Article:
How to Love Losing Those Pounds—Choosing the Best Exercise

Achieving a Calorie Deficit With Minimal Struggle

By Roberta H. Anding, MS, Baylor College of Medicine and Texas Children’s Hospital
Edited by Kate Findley and proofread by Angela Shoemaker, Wondrium Daily

Exercise is an essential component of any weight loss plan. Professor Anding explains how to select the best exercise for staying lean and fit.

Close up of woman exercising with kettle bells
Increasing your body’s lean mass composition through strength training allows you to increase the calories you can eat without gaining weight. Photo by Day of Victory Studio / Shutterstock

Best Exercise for Burning Calories

People often wonder what the best exercise is to burn the most calories. Professor Anding recommends choosing an exercise that you enjoy—not something you read about in a book that is supposed to burn a lot of calories. 

If you don’t like to run, then you probably won’t be able to sustain it. However, if you love working in your garden or playing golf, then you will likely keep up with that physical activity because it will be something you look forward to as opposed to something you do out of obligation.

The benefits of regular exercise far exceed controlling weight, especially if you were previously sedentary. Physical activity lowers blood pressure, improves your mood, and decreases your risk for heart disease.

The activities just described—running, golfing, and gardening—are all aerobic activities. Professor Anding recommends incorporating weight-training into your exercise regimen to maintain as much muscle mass as you can.

You need to burn 3,500 calories to lose a pound of body fat. If you burn 100 calories per mile walked, to lose one pound of body fat, you’d have to walk 35 miles. The challenge is making that activity consistent, and it’s much easier to meet this challenge when you enjoy the activity. 

“I’m pretty fond of saying your body remembers what you do most of the time,” Professor Anding said. “If most of the time, you exercise […] the vacations from exercise […] are perfectly fine. The goal would be to sustain your plan.”

Increasing Your BMR

Another way to burn more calories without having to train for a marathon is to increase your basal metabolic rate (BMR)—how many calories you burn at rest. The more lean muscle mass you add, the higher your BMR.

“I’ve been fortunate enough to work for the Houston Texans for [many] years,” Professor Anding said. “I’ve weight trained all my life, and I really thought I knew what I was doing. In reality, our strength coach showed me I didn’t know as much as I thought. He helped me gain seven pounds of functional lean mass.” 

Although this translated into seven pounds on the scale, this was not a bad thing since it was seven pounds of muscle mass as opposed to body fat. Anding’s metabolic rate had been 1,200 calories, and by adding that functional lean mass, her measured BMR calories are now 1,600, meaning she burns at minimum 1,600 calories a day, even when doing nothing. 

“By gaining seven pounds of muscle mass, I can eat 400 more calories every single day,” Professor Anding said. “I’m really excited about that because now I get to eat more; so yes, you can rev-up your BMR, but the way you do it is by adding functional lean mass.”

Traditionally in the gym, men focus on weight-training equipment and women do aerobic work. In order for women to experience the same gains as men in terms of body composition, Professor Anding recommends a paradigm shift with men and women on both sides of the exercise room.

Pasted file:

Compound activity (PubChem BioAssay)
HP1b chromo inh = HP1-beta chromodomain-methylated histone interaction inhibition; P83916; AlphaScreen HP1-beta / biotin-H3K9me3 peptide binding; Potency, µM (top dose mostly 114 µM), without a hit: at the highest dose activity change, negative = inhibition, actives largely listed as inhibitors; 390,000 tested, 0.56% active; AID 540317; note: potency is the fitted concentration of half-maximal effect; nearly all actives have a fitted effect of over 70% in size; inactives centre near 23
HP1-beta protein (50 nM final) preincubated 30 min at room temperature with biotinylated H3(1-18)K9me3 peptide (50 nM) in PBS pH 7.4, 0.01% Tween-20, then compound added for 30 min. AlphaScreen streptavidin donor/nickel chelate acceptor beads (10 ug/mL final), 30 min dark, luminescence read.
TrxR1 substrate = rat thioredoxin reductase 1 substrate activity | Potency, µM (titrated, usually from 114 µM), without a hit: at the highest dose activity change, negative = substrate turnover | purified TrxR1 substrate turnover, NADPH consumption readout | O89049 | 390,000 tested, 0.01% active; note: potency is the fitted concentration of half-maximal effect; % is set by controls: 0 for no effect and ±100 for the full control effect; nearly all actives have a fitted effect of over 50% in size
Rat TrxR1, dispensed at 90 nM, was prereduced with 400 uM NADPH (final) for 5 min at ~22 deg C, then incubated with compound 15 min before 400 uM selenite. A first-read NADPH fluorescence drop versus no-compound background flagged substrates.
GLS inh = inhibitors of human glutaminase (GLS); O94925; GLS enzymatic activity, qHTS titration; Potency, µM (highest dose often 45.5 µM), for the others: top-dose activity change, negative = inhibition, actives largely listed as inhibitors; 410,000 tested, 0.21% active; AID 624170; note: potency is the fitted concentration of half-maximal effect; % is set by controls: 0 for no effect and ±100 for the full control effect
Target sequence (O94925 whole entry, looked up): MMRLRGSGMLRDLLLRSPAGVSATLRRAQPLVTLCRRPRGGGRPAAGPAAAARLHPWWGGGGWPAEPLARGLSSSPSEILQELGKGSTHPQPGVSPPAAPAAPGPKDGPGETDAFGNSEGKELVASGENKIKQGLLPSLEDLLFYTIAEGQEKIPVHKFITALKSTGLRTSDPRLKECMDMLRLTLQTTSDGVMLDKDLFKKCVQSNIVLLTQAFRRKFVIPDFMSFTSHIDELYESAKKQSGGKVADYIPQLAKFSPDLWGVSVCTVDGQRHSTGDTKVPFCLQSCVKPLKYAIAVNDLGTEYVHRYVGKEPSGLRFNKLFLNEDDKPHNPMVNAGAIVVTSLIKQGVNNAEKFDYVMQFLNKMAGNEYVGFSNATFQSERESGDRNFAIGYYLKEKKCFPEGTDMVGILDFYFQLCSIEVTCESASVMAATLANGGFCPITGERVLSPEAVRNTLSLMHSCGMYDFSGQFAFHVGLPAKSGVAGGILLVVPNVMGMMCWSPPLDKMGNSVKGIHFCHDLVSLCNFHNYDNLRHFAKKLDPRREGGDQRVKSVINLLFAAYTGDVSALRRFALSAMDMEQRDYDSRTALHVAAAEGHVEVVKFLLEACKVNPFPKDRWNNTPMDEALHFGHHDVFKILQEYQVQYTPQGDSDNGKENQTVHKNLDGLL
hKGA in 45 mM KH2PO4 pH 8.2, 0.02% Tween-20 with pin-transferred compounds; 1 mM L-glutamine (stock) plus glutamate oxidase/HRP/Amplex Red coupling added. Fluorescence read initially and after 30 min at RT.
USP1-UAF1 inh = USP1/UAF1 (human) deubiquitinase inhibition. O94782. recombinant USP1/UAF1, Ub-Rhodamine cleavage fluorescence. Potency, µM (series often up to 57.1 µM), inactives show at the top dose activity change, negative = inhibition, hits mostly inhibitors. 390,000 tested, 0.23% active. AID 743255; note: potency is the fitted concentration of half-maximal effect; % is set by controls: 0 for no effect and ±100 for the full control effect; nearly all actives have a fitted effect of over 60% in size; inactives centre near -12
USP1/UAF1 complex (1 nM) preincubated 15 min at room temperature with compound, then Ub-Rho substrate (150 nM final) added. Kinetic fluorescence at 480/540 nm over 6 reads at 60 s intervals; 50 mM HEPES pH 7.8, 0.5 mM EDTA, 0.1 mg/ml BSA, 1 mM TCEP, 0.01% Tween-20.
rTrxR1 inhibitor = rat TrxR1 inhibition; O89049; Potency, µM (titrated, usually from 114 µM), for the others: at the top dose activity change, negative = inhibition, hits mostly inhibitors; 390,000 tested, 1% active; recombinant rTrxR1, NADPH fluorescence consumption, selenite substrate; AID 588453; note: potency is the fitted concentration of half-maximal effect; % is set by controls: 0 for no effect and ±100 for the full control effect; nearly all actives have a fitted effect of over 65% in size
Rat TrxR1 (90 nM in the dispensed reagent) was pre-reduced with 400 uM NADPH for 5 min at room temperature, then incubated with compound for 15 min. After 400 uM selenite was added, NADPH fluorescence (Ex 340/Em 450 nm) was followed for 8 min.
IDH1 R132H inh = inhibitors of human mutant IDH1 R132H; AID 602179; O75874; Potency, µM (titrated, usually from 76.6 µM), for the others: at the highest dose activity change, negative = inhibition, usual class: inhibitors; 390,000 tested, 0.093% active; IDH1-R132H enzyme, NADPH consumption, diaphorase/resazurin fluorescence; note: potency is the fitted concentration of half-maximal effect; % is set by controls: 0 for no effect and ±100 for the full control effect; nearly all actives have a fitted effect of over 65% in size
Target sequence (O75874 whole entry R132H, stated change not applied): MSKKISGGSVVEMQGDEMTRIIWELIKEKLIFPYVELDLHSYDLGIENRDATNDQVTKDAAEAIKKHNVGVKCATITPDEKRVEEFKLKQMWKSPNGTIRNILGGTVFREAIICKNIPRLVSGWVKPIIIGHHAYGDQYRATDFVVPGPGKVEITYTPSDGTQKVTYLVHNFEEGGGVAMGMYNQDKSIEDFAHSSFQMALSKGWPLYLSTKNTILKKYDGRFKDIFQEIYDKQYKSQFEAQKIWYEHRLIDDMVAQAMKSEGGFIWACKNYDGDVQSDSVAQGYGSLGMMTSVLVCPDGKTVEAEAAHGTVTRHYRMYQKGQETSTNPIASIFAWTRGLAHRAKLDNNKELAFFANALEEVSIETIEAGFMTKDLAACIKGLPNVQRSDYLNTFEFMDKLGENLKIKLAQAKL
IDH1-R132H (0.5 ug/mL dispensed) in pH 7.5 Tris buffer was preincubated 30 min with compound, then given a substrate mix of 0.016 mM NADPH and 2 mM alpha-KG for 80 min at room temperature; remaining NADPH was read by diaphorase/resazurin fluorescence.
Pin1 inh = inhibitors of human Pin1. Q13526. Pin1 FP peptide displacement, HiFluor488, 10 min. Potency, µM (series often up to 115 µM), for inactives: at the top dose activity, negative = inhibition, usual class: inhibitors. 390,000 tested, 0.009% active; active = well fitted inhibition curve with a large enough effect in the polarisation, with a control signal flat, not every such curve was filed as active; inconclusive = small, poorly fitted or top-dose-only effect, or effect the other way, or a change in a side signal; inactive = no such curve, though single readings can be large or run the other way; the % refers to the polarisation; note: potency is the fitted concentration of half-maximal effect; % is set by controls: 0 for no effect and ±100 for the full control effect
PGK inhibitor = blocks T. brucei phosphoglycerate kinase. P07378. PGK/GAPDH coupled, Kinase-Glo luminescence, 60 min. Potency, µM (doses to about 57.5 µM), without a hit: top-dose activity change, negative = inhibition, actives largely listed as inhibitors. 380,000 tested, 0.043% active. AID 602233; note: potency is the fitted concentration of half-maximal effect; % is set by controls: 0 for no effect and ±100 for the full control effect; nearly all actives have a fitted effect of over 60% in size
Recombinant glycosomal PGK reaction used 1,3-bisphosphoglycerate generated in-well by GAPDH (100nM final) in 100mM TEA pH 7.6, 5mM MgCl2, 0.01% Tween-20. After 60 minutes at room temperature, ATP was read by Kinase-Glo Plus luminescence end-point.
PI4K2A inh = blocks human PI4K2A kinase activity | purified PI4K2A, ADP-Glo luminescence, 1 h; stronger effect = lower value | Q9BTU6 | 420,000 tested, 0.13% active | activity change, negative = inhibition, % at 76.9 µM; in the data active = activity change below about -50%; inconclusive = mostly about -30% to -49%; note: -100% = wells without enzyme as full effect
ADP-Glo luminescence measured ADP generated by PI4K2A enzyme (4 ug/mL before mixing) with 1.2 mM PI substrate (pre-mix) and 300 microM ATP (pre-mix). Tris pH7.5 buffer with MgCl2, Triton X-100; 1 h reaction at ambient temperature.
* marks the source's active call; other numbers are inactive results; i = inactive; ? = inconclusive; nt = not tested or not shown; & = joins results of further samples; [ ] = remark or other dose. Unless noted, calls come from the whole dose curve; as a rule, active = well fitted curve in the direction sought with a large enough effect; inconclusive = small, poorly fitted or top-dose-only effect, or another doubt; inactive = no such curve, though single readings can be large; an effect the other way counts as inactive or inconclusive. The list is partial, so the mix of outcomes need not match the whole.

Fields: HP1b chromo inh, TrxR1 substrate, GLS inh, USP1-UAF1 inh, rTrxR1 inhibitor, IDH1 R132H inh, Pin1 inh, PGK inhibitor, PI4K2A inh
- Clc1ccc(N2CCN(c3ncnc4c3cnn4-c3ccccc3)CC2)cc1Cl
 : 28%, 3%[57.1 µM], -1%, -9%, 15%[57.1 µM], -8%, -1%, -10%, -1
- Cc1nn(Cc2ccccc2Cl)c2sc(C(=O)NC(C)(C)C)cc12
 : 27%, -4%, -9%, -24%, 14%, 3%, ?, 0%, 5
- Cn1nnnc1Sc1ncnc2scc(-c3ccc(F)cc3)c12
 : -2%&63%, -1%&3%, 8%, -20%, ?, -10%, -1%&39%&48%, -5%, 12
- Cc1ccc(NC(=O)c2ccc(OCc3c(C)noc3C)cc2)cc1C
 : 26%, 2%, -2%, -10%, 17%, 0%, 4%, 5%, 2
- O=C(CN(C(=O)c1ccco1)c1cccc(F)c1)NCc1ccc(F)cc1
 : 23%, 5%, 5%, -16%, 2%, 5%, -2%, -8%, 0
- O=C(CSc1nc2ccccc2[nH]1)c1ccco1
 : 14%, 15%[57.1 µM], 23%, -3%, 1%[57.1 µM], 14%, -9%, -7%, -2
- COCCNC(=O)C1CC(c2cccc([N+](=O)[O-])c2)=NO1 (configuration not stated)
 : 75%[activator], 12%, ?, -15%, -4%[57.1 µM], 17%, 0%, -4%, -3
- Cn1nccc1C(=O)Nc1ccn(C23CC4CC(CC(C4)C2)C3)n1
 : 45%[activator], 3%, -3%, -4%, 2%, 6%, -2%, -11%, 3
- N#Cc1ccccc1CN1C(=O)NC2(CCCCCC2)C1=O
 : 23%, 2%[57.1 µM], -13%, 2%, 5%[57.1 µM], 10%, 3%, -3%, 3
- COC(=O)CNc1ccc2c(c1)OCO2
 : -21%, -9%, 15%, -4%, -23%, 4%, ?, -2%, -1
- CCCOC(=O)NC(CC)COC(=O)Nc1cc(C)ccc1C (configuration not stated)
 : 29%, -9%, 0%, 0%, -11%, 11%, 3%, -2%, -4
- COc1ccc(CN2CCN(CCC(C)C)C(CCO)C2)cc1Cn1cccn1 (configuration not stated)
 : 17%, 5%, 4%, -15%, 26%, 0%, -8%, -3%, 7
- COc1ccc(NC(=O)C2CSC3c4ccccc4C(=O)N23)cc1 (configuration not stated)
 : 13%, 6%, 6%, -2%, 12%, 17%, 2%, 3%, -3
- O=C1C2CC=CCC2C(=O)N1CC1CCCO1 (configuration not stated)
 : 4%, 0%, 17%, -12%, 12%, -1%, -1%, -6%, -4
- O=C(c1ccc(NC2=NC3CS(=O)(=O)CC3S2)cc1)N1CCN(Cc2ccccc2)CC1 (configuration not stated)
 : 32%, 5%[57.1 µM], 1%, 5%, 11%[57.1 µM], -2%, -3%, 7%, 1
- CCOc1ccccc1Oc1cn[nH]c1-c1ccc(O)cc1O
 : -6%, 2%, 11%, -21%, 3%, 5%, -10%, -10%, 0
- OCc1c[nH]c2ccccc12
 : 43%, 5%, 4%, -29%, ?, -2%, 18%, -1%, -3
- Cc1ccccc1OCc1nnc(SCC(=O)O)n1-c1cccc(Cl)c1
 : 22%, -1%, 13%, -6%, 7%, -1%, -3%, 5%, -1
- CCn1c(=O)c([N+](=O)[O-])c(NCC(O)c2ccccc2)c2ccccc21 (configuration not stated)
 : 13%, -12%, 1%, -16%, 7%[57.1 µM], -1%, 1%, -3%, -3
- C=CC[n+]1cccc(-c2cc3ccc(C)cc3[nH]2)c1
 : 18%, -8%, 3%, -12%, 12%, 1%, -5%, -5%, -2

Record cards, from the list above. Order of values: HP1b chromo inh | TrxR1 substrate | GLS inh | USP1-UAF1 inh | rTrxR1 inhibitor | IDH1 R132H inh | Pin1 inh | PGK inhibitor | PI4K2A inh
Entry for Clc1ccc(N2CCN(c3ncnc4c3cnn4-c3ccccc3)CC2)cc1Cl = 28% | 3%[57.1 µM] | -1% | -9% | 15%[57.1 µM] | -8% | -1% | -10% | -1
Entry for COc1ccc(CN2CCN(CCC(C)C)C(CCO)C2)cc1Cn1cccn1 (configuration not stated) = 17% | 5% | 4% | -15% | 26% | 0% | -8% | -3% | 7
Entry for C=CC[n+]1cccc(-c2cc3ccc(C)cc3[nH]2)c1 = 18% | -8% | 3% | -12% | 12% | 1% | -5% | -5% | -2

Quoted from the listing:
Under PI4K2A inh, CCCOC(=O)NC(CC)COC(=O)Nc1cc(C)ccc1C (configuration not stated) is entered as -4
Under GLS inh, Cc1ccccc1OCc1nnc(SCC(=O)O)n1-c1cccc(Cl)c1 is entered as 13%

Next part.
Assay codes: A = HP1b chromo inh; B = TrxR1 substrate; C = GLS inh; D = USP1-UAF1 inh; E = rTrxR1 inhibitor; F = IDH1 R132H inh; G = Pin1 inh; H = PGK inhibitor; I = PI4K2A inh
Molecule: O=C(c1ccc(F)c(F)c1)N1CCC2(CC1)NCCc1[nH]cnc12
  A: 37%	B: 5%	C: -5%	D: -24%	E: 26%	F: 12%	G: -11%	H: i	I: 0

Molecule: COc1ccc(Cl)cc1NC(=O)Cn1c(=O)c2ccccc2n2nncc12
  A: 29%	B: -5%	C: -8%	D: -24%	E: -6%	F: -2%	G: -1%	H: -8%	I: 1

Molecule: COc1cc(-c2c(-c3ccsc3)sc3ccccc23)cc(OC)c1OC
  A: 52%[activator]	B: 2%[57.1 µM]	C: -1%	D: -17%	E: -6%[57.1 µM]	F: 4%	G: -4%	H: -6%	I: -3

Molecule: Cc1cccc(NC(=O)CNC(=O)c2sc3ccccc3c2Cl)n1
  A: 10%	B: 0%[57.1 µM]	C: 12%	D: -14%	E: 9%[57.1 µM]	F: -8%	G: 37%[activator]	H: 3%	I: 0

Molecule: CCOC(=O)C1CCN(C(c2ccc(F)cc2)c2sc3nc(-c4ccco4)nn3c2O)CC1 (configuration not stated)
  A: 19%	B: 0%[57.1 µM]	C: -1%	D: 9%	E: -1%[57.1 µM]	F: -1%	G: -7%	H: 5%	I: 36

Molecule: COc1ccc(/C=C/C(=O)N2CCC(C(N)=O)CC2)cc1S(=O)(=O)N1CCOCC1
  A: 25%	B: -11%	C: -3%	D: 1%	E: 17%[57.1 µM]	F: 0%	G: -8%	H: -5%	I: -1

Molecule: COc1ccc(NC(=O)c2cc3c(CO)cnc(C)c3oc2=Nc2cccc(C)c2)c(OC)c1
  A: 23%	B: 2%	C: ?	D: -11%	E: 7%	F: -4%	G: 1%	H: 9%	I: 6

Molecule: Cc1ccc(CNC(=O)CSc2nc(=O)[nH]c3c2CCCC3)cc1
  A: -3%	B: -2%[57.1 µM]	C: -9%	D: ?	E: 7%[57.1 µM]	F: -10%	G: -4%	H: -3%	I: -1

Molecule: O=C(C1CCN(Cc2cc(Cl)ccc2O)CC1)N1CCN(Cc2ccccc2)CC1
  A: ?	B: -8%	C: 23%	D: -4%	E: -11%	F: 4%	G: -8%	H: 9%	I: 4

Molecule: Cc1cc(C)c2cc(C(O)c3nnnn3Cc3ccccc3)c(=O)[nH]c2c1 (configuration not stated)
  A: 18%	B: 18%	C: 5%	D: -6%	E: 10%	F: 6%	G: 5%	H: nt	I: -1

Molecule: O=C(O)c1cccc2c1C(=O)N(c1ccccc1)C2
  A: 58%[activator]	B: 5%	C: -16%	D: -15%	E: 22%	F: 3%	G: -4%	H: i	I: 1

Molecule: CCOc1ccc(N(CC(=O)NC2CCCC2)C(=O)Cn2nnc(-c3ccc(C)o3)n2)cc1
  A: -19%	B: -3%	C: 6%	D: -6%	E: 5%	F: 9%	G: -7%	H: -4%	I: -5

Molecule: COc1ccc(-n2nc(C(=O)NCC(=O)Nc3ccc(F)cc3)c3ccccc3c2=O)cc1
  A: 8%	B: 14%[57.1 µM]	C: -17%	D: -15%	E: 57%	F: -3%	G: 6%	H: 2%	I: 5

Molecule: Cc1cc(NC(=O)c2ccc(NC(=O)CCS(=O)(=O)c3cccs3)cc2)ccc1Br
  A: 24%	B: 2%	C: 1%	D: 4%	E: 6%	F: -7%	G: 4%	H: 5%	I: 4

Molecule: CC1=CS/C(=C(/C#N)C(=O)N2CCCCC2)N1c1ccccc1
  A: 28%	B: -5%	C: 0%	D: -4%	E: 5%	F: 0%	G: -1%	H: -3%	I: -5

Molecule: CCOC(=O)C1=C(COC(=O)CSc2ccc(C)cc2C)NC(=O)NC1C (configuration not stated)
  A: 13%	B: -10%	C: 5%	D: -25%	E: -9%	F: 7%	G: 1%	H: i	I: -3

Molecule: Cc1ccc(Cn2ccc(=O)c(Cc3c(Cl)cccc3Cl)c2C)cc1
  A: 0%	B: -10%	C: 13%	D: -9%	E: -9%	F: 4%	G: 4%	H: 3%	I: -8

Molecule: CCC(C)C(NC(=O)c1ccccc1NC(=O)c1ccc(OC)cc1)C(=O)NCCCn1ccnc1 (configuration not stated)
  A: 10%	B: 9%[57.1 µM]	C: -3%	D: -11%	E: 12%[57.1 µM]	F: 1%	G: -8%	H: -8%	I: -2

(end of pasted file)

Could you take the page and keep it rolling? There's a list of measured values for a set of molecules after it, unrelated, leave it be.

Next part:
Considerations for Children/Disabled People

One method of calculating your ideal body weight is called the Hamwi equation, which is based on height, frame size, and sex, is intended primarily for adults. Interestingly, children require more energy per pound of body weight than adults. 

The highest calorie needs are actually during infancy. In their first year of life, babies essentially triple their birth weight. If you have an overweight child, the challenge is that you can’t use the same kind of caloric calculations that you would use for an adult. Professor Anding recommends consulting a pediatrician.

If you are wheelchair-bound or on crutches, you can still participate in exercise programs designed for your level of fitness or functionality. For example, if you are wheelchair-bound but can lift weights, you can do bicep curls. This and other weight-lifting exercises will help you to retain your functional lean mass.

If you are on crutches, you can also engage in upper body exercises such as bicep curls and shoulder shrugs as well as sit-ups, arm circles, and punching. With the assistance of hands-free crutches, you participate in light walking. 

Although one can lose weight relatively easily, the challenge for all of us is staying lean and fit. The Hamwi equation and BMR, along with the calories that you burn in exercise plus through small movements you make throughout the day like fidgeting, are all tools that will allow you to calculate the total calories burned in a day.

The next time you’re tempted to buy the next weight-loss supplement or pill on the market, beware. The best strategies for weight loss or maintenance are managing how many calories you consume and burn.

This article was edited by Kate Findley, Writer for Wondrium Daily, and proofread by Angela Shoemaker, Proofreader and Copy Editor for Wondrium Daily.

Professor Roberta H. Anding is a registered dietitian and Director of Sports Nutrition and a clinical dietitian at Baylor College of Medicine and Texas Children’s Hospital. She also teaches and lectures in the Baylor College of Medicine’s Department of Pediatrics, Section of Adolescent Medicine and Sports Medicine, and in the Department of Kinesiology at Rice University.